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please can you help me with my code - I use Lapack to solve complex matrix (quite biq) and do it in two steps: I call zgetrf (LU factorization) and then zgetrs (solving system). But the info value for zgetrf is not zero - zgetrf fails to factorize the matrix. The info value is 2. In the manual of Intel MKL (I use Lapack from these) they write:

info INTEGER.

If info=0, the execution is successful.

If info = -i, the i-th parameter had an illegal value.

If info = i, $u_{ii}$ is 0. The factorization has been completed, but $U$ is exactly singular. Division by 0 will occur if you use the factor $U$ for solving a system of linear equations.

So I understand my matrix is somehow singular. But what does the number say - if my info=2 then the second line in my matrix is linear dependent? Or something like that? Many thanks

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2 Answers 2

up vote 7 down vote accepted

Short answer: nothing more than $U_{ii} = 0$, i.e. that your computed $U$ factorization is exactly singular.

xGETRF is not safe as a rank revealing factorization, so I would not draw any conclusion, apart from the fact that $A$ is ill-conditioned and no solution to $Ax=b$ can be safely computed. Information on rank and null space should be derived (if desired) by other decompositions, eg. $QR$.

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many thanks, Stefano! –  lovis Feb 7 '13 at 17:10

If you compute the LU factorization of an $n$ by $n$ matrix $A$, then you'll end up with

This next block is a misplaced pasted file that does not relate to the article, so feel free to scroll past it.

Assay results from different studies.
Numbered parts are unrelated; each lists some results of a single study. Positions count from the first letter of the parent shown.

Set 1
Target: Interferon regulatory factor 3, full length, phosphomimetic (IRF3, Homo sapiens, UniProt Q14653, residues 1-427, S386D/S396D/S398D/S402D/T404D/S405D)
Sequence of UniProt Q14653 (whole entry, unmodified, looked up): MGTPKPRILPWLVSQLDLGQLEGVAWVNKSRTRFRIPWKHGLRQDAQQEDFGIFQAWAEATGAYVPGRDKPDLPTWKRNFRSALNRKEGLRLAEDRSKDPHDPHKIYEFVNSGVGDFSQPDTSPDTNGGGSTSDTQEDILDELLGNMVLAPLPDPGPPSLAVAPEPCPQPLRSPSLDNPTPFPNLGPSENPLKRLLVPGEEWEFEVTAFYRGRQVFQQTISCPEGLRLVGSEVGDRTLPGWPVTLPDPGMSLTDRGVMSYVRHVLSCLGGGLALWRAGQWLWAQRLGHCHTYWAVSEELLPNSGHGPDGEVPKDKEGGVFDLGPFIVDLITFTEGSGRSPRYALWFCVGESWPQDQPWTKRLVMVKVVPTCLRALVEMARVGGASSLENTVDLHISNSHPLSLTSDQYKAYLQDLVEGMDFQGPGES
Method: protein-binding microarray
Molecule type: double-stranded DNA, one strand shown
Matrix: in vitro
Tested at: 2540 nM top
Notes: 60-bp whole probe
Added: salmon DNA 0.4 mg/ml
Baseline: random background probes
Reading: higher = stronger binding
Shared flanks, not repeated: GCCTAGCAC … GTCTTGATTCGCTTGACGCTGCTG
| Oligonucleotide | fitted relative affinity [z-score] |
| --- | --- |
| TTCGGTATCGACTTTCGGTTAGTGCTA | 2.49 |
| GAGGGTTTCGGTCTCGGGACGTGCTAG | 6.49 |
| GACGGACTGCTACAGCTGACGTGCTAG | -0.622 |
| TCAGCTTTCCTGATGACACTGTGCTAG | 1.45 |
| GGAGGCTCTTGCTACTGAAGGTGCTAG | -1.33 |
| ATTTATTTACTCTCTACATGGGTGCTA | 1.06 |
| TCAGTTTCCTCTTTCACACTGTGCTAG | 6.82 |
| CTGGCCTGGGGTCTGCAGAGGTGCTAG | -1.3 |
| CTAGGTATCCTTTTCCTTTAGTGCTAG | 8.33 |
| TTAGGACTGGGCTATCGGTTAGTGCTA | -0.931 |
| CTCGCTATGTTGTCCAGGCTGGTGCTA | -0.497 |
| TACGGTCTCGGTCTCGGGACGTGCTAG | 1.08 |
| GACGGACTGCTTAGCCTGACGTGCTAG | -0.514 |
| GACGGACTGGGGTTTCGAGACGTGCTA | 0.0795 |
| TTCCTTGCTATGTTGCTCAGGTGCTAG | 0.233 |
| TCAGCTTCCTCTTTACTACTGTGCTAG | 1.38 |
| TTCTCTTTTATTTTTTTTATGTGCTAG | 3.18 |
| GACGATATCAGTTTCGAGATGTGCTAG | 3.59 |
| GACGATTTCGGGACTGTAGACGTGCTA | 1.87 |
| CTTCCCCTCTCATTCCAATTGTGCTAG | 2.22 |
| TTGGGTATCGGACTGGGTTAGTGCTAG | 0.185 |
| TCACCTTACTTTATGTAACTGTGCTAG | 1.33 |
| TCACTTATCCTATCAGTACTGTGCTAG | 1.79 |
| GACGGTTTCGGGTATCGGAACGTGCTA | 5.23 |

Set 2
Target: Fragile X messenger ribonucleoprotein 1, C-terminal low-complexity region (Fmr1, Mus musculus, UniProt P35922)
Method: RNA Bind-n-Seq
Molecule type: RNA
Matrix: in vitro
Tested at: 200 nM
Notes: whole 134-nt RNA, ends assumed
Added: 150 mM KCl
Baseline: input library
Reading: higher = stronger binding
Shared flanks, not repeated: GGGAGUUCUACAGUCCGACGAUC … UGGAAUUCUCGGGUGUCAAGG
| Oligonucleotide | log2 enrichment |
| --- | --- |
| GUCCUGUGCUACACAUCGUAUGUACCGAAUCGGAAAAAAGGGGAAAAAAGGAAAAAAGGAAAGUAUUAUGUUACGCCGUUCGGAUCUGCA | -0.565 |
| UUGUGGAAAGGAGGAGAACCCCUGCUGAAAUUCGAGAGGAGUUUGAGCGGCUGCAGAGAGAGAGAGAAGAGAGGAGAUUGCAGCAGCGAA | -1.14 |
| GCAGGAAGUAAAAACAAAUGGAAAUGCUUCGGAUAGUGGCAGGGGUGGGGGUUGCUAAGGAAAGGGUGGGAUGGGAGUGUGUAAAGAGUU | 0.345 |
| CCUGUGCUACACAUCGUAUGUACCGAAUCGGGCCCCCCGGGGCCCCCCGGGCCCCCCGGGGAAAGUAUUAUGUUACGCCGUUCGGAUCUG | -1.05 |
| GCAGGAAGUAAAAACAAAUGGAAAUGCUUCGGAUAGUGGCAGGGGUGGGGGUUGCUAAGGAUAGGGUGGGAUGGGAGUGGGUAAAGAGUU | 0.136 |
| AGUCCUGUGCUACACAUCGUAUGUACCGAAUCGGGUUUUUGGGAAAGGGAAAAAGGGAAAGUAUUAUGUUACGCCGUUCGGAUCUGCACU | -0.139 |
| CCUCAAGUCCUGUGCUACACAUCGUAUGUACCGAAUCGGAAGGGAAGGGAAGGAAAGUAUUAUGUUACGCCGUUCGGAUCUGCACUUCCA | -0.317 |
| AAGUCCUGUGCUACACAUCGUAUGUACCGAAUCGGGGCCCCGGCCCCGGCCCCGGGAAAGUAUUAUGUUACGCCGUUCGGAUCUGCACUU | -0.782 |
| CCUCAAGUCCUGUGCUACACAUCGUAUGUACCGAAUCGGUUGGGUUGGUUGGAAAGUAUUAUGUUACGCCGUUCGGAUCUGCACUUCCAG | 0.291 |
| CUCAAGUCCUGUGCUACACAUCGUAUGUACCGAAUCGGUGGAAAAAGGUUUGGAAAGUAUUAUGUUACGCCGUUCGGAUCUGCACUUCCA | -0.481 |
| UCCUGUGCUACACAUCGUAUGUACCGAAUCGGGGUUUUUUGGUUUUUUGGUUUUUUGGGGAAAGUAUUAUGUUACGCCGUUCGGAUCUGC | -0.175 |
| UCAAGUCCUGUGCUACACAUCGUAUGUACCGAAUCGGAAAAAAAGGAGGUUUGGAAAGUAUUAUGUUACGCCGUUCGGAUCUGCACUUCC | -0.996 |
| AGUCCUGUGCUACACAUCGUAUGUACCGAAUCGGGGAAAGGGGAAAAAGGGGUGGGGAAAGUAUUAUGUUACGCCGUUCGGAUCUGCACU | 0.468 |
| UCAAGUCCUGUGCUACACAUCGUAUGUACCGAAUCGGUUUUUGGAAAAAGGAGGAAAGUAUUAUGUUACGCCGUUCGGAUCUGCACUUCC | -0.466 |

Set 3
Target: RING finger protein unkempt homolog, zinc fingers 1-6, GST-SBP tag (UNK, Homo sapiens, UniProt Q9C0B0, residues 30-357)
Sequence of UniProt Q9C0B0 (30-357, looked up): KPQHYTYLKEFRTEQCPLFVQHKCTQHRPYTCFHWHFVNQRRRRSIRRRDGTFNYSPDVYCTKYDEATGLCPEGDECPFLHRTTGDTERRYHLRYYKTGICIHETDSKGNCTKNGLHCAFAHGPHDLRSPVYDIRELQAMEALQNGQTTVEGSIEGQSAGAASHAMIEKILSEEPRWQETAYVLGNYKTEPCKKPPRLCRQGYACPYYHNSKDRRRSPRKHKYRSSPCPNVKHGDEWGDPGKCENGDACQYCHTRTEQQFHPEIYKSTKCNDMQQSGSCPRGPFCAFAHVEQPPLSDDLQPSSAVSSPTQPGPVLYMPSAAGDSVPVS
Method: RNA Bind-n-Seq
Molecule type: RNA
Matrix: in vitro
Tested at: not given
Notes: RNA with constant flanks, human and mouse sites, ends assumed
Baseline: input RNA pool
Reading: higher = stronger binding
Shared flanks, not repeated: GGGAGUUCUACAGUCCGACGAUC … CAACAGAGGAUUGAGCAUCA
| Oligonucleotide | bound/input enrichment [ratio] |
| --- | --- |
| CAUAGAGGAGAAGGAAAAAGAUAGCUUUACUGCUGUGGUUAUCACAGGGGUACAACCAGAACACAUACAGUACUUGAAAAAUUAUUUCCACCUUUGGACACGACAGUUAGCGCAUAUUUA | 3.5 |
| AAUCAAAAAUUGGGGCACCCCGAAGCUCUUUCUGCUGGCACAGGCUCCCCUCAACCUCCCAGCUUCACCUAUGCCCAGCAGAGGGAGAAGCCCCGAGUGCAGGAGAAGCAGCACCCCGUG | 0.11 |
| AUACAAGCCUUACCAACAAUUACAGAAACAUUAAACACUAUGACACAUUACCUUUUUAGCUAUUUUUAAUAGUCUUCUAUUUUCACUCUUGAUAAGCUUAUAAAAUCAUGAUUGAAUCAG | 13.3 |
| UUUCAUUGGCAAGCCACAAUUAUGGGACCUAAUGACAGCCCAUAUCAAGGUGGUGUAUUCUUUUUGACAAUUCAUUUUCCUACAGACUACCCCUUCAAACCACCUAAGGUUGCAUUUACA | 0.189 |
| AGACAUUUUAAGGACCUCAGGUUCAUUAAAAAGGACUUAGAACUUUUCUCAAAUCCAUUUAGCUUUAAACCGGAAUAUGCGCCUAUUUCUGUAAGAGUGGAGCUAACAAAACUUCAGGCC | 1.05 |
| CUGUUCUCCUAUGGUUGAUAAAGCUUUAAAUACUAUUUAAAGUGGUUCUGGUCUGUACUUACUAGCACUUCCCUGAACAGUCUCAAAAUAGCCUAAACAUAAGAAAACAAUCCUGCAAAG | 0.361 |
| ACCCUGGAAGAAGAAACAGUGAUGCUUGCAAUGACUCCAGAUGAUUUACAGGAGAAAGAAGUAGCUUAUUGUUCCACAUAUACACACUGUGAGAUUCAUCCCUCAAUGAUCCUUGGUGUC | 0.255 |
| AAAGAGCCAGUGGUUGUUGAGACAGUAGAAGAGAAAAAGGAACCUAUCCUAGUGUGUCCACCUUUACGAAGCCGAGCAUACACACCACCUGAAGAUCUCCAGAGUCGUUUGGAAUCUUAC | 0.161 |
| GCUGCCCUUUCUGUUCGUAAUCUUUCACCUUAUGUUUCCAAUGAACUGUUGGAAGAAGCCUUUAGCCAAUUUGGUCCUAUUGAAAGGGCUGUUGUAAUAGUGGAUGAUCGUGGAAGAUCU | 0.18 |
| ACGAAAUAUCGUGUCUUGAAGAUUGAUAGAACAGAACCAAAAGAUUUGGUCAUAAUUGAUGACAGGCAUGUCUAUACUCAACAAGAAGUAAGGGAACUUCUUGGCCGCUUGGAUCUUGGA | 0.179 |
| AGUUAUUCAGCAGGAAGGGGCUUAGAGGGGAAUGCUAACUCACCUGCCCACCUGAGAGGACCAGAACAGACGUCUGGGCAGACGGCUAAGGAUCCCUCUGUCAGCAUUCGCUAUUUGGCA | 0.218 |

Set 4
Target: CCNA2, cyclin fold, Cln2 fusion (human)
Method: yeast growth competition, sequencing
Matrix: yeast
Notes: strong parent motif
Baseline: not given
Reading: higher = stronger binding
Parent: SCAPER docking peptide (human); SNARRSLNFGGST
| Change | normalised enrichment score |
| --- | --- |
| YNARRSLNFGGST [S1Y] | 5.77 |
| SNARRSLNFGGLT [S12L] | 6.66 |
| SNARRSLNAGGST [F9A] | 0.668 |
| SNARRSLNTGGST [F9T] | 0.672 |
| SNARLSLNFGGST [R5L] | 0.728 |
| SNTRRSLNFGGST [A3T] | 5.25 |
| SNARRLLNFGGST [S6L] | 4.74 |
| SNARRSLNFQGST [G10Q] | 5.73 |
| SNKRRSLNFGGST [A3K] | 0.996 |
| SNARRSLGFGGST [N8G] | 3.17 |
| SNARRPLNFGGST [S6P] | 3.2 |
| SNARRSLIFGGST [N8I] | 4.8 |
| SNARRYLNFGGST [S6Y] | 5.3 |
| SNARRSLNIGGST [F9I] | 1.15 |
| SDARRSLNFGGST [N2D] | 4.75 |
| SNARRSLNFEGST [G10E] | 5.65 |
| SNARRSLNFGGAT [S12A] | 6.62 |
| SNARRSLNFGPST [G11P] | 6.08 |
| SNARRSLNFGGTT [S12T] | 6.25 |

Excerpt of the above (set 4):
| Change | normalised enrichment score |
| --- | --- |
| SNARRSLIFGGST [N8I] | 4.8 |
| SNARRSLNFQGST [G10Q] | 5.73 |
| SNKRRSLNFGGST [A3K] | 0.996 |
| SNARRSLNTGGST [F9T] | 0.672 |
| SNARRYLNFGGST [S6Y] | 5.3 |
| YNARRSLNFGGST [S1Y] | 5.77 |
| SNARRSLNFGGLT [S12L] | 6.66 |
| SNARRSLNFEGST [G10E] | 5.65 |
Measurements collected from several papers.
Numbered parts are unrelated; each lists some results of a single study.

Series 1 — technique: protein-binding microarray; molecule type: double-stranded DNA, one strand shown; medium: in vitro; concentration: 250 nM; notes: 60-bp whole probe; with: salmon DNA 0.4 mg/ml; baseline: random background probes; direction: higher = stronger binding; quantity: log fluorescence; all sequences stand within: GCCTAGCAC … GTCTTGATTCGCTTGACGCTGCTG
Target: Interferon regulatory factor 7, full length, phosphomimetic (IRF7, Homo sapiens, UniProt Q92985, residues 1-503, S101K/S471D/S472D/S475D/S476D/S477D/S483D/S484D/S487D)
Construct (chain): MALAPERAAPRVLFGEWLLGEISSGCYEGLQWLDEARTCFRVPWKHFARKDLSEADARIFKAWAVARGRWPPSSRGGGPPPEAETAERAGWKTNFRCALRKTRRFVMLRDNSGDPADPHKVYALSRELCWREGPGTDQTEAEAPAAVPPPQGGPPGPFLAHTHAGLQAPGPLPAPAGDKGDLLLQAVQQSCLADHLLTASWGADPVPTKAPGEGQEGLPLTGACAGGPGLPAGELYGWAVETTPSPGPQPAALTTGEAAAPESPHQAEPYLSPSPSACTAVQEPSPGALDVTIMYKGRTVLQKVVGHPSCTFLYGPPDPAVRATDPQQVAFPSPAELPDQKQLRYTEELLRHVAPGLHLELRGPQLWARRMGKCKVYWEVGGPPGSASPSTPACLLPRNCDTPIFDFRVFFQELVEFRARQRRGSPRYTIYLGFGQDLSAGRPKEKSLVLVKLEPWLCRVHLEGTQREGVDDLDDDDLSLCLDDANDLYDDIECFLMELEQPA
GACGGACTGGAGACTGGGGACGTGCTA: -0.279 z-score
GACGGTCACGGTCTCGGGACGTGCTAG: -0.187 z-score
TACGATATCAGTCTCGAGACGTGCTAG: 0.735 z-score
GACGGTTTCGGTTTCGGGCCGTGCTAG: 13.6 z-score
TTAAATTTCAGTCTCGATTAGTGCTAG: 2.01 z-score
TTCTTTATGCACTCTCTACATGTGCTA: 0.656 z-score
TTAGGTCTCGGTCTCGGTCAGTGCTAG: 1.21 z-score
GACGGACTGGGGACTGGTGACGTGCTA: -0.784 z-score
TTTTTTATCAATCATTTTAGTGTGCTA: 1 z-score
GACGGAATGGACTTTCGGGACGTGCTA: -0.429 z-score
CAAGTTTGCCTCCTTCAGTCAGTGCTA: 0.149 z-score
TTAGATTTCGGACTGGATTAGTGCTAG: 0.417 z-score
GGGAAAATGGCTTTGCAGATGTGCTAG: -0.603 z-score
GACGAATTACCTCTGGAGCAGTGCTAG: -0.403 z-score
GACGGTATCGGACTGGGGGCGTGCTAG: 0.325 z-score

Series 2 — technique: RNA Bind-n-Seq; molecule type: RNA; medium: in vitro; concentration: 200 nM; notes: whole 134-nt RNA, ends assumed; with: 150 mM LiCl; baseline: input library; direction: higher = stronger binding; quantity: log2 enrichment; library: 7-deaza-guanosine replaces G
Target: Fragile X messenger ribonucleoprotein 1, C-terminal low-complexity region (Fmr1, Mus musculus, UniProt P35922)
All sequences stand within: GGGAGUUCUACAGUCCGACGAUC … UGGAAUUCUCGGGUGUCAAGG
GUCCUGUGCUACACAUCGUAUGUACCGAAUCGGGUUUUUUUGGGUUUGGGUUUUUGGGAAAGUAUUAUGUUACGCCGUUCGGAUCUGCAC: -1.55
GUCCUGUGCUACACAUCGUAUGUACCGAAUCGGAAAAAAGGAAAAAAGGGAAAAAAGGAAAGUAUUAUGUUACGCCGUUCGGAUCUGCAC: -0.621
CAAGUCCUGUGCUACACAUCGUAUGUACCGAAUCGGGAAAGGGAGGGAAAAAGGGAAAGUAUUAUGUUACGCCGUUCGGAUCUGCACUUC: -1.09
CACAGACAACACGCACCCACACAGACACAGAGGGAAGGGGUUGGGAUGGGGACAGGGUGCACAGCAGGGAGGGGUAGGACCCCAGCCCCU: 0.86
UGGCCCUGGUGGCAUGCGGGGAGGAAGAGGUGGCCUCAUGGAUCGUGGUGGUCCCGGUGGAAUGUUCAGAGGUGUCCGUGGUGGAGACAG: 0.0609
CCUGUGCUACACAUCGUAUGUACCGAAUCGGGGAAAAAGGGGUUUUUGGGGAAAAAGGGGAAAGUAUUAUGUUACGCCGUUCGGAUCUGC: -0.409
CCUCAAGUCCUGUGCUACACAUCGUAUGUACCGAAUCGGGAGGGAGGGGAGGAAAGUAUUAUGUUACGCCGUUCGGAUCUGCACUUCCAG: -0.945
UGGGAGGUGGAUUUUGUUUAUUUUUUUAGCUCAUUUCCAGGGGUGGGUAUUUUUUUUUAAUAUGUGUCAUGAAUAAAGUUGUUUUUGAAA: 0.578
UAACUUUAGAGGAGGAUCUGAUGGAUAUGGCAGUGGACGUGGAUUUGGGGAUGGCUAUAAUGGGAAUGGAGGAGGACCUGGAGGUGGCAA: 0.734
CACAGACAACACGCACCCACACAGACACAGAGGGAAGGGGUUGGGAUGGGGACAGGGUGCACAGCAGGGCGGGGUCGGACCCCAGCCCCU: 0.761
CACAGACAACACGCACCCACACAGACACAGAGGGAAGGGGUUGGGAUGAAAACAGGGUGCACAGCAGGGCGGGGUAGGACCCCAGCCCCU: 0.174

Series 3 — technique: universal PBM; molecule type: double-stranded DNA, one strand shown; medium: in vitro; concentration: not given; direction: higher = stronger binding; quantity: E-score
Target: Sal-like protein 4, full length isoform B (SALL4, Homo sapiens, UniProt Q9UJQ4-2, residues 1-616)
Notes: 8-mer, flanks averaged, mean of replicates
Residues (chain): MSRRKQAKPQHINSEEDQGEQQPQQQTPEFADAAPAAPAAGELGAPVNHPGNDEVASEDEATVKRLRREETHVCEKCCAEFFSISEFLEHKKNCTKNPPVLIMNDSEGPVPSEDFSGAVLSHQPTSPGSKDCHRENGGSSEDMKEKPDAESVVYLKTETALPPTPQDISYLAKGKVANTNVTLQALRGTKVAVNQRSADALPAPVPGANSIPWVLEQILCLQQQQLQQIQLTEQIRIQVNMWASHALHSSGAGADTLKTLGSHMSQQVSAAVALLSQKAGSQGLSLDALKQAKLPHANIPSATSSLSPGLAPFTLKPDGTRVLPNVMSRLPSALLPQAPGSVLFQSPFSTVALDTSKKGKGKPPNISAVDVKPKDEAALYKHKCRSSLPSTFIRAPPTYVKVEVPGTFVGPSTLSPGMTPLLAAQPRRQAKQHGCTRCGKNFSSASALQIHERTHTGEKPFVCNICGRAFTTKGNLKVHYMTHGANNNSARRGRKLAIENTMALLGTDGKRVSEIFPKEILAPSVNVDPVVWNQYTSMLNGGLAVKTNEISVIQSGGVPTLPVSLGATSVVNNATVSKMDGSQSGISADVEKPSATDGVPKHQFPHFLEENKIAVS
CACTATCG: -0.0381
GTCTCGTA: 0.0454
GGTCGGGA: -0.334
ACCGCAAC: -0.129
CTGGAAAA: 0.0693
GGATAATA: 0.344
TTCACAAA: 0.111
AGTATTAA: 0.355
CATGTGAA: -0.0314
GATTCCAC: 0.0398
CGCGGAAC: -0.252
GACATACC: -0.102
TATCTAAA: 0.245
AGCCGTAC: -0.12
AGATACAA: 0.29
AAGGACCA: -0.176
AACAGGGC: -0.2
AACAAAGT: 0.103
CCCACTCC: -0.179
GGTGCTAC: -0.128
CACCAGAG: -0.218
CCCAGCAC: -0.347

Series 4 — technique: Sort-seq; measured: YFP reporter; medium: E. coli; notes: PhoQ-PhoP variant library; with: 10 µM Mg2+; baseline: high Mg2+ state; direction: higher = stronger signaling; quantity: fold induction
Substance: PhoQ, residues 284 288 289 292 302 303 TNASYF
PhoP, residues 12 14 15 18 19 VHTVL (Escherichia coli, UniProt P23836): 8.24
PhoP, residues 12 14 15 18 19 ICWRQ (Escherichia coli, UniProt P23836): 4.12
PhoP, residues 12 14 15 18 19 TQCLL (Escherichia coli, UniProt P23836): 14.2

$PA=LU$

where $P$ is a permutation matrix, $L$ is lower triangular and nonsingular, and $U$ is upper triangular. If $A$ happens to singular then the LAPACK routine will produce a $U$ matrix that is singular. The only way that an upper triangular matrix can be singular is to have a diagonal entry which is 0 (the determinant of $U$ is the product of its diagonal entries.) The info value returned by the LAPACK routine tells you the row/column of the first 0 on the diagonal of $U$.

You could use this information (for example) to find a nonzero vector $\hat{x}$ such that $U\hat{x}=0$. Suppose that info is $k$. Then let $\hat{x}_{j}=0$ for $j=n, n-1, \ldots, k+1$. Let $\hat{x}_{k}=1$. Then use back substitution to find $\hat{x}_{k-1}, \hat{x}_{k-2}, \ldots, \hat{x}_{1}$.

Then $LU\hat{x}=0$, so $\hat{x}$ is in the null space of $PA$.

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many thanks, Bill, for your explanation! –  lovis Feb 7 '13 at 17:10

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